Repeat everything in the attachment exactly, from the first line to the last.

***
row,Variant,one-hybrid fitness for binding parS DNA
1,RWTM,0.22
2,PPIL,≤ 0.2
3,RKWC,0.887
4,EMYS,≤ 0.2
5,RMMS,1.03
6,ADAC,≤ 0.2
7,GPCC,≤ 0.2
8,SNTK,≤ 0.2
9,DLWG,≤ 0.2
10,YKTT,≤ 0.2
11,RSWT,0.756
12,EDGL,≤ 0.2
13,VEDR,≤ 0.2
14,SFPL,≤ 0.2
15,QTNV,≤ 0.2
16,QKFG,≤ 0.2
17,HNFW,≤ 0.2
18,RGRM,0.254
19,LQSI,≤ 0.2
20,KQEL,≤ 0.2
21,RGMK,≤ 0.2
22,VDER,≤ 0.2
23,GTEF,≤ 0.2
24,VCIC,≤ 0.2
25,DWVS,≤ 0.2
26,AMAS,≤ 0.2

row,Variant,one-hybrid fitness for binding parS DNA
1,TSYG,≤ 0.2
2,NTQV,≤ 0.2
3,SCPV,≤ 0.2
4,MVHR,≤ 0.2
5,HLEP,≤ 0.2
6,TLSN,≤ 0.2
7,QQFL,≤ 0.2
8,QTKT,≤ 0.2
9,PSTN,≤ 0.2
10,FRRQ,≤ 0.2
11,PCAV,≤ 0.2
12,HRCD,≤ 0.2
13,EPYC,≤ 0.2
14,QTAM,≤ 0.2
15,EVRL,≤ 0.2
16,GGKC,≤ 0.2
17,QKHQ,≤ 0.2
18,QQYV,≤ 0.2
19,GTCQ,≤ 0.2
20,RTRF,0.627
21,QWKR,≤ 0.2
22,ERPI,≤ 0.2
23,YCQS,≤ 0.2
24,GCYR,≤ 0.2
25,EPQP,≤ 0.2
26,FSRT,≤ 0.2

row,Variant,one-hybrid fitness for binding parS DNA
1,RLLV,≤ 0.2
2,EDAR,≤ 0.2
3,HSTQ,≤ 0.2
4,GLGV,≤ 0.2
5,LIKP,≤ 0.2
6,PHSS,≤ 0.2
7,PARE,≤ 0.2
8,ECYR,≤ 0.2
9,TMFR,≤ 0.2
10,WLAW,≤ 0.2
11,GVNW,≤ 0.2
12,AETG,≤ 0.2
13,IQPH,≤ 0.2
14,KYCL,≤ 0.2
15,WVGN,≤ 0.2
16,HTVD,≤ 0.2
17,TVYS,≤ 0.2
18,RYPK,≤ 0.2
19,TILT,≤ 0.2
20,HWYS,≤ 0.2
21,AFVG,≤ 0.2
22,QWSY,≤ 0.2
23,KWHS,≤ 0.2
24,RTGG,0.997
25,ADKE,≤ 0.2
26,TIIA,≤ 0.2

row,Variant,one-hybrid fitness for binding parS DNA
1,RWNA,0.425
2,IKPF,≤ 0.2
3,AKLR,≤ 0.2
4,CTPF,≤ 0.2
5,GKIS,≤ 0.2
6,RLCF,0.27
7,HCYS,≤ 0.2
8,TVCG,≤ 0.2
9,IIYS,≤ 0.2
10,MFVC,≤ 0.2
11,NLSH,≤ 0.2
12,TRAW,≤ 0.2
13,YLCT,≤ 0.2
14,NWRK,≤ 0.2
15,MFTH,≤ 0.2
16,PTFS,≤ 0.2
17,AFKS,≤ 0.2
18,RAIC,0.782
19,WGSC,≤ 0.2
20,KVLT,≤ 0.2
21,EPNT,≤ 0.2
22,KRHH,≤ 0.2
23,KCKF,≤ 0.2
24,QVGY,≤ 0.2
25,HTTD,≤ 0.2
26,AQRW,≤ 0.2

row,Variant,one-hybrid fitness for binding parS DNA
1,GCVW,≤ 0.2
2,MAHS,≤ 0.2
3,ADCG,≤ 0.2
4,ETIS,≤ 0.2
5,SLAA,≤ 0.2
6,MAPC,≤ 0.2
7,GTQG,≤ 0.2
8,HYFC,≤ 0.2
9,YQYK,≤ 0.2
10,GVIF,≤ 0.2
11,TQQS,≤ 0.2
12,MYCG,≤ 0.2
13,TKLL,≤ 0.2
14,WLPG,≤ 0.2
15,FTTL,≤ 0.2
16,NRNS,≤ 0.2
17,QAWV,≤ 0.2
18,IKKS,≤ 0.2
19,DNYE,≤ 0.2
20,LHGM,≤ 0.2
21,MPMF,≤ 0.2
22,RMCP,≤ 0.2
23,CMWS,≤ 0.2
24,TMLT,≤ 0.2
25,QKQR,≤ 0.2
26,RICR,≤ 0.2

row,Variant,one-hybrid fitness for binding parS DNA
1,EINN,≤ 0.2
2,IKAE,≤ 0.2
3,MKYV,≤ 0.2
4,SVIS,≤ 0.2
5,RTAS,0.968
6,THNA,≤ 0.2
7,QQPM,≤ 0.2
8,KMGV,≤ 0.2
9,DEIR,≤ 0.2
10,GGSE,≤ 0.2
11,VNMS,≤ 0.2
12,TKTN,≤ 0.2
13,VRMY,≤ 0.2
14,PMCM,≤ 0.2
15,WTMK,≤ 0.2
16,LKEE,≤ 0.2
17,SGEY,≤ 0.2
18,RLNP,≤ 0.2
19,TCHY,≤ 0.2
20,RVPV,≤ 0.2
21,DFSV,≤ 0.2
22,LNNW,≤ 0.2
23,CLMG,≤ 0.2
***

row,Variant,one-hybrid fitness for binding parS DNA
1,RWTM,0.22
2,PPIL,≤ 0.2
3,RKWC,0.887
4,EMYS,≤ 0.2
5,RMMS,1.03
6,ADAC,≤ 0.2
7,GPCC,≤ 0.2
8,SNTK,≤ 0.2
9,DLWG,≤ 0.2
10,YKTT,≤ 0.2
11,RSWT,0.756
12,EDGL,≤ 0.2
13,VEDR,≤ 0.2
14,SFPL,≤ 0.2
15,QTNV,≤ 0.2
16,QKFG,≤ 0.2
17,HNFW,≤ 0.2
18,RGRM,0.254
19,LQSI,≤ 0.2
20,KQEL,≤ 0.2
21,RGMK,≤ 0.2
22,VDER,≤ 0.2
23,GTEF,≤ 0.2
24,VCIC,≤ 0.2
25,DWVS,≤ 0.2
26,AMAS,≤ 0.2

row,Variant,one-hybrid fitness for binding parS DNA
1,TSYG,≤ 0.2
2,NTQV,≤ 0.2
3,SCPV,≤ 0.2
4,MVHR,≤ 0.2
5,HLEP,≤ 0.2
6,TLSN,≤ 0.2
7,QQFL,≤ 0.2
8,QTKT,≤ 0.2
9,PSTN,≤ 0.2
10,FRRQ,≤ 0.2
11,PCAV,≤ 0.2
12,HRCD,≤ 0.2
13,EPYC,≤ 0.2
14,QTAM,≤ 0.2
15,EVRL,≤ 0.2
16,GGKC,≤ 0.2
17,QKHQ,≤ 0.2
18,QQYV,≤ 0.2
19,GTCQ,≤ 0.2
20,RTRF,0.627
21,QWKR,≤ 0.2
22,ERPI,≤ 0.2
23,YCQS,≤ 0.2
24,GCYR,≤ 0.2
25,EPQP,≤ 0.2
26,FSRT,≤ 0.2

row,Variant,one-hybrid fitness for binding parS DNA
1,RLLV,≤ 0.2
2,EDAR,≤ 0.2
3,HSTQ,≤ 0.2
4,GLGV,≤ 0.2
5,LIKP,≤ 0.2
6,PHSS,≤ 0.2
7,PARE,≤ 0.2
8,ECYR,≤ 0.2
9,TMFR,≤ 0.2
10,WLAW,≤ 0.2
11,GVNW,≤ 0.2
12,AETG,≤ 0.2
13,IQPH,≤ 0.2
14,KYCL,≤ 0.2
15,WVGN,≤ 0.2
16,HTVD,≤ 0.2
17,TVYS,≤ 0.2
18,RYPK,≤ 0.2
19,TILT,≤ 0.2
20,HWYS,≤ 0.2
21,AFVG,≤ 0.2
22,QWSY,≤ 0.2
23,KWHS,≤ 0.2
24,RTGG,0.997
25,ADKE,≤ 0.2
26,TIIA,≤ 0.2

row,Variant,one-hybrid fitness for binding parS DNA
1,RWNA,0.425
2,IKPF,≤ 0.2
3,AKLR,≤ 0.2
4,CTPF,≤ 0.2
5,GKIS,≤ 0.2
6,RLCF,0.27
7,HCYS,≤ 0.2
8,TVCG,≤ 0.2
9,IIYS,≤ 0.2
10,MFVC,≤ 0.2
11,NLSH,≤ 0.2
12,TRAW,≤ 0.2
13,YLCT,≤ 0.2
14,NWRK,≤ 0.2
15,MFTH,≤ 0.2
16,PTFS,≤ 0.2
17,AFKS,≤ 0.2
18,RAIC,0.782
19,WGSC,≤ 0.2
20,KVLT,≤ 0.2
21,EPNT,≤ 0.2
22,KRHH,≤ 0.2
23,KCKF,≤ 0.2
24,QVGY,≤ 0.2
25,HTTD,≤ 0.2
26,AQRW,≤ 0.2

row,Variant,one-hybrid fitness for binding parS DNA
1,GCVW,≤ 0.2
2,MAHS,≤ 0.2
3,ADCG,≤ 0.2
4,ETIS,≤ 0.2
5,SLAA,≤ 0.2
6,MAPC,≤ 0.2
7,GTQG,≤ 0.2
8,HYFC,≤ 0.2
9,YQYK,≤ 0.2
10,GVIF,≤ 0.2
11,TQQS,≤ 0.2
12,MYCG,≤ 0.2
13,TKLL,≤ 0.2
14,WLPG,≤ 0.2
15,FTTL,≤ 0.2
16,NRNS,≤ 0.2
17,QAWV,≤ 0.2
18,IKKS,≤ 0.2
19,DNYE,≤ 0.2
20,LHGM,≤ 0.2
21,MPMF,≤ 0.2
22,RMCP,≤ 0.2
23,CMWS,≤ 0.2
24,TMLT,≤ 0.2
25,QKQR,≤ 0.2
26,RICR,≤ 0.2

row,Variant,one-hybrid fitness for binding parS DNA
1,EINN,≤ 0.2
2,IKAE,≤ 0.2
3,MKYV,≤ 0.2
4,SVIS,≤ 0.2
5,RTAS,0.968
6,THNA,≤ 0.2
7,QQPM,≤ 0.2
8,KMGV,≤ 0.2
9,DEIR,≤ 0.2
10,GGSE,≤ 0.2
11,VNMS,≤ 0.2
12,TKTN,≤ 0.2
13,VRMY,≤ 0.2
14,PMCM,≤ 0.2
15,WTMK,≤ 0.2
16,LKEE,≤ 0.2
17,SGEY,≤ 0.2
18,RLNP,≤ 0.2
19,TCHY,≤ 0.2
20,RVPV,≤ 0.2
21,DFSV,≤ 0.2
22,LNNW,≤ 0.2
23,CLMG,≤ 0.2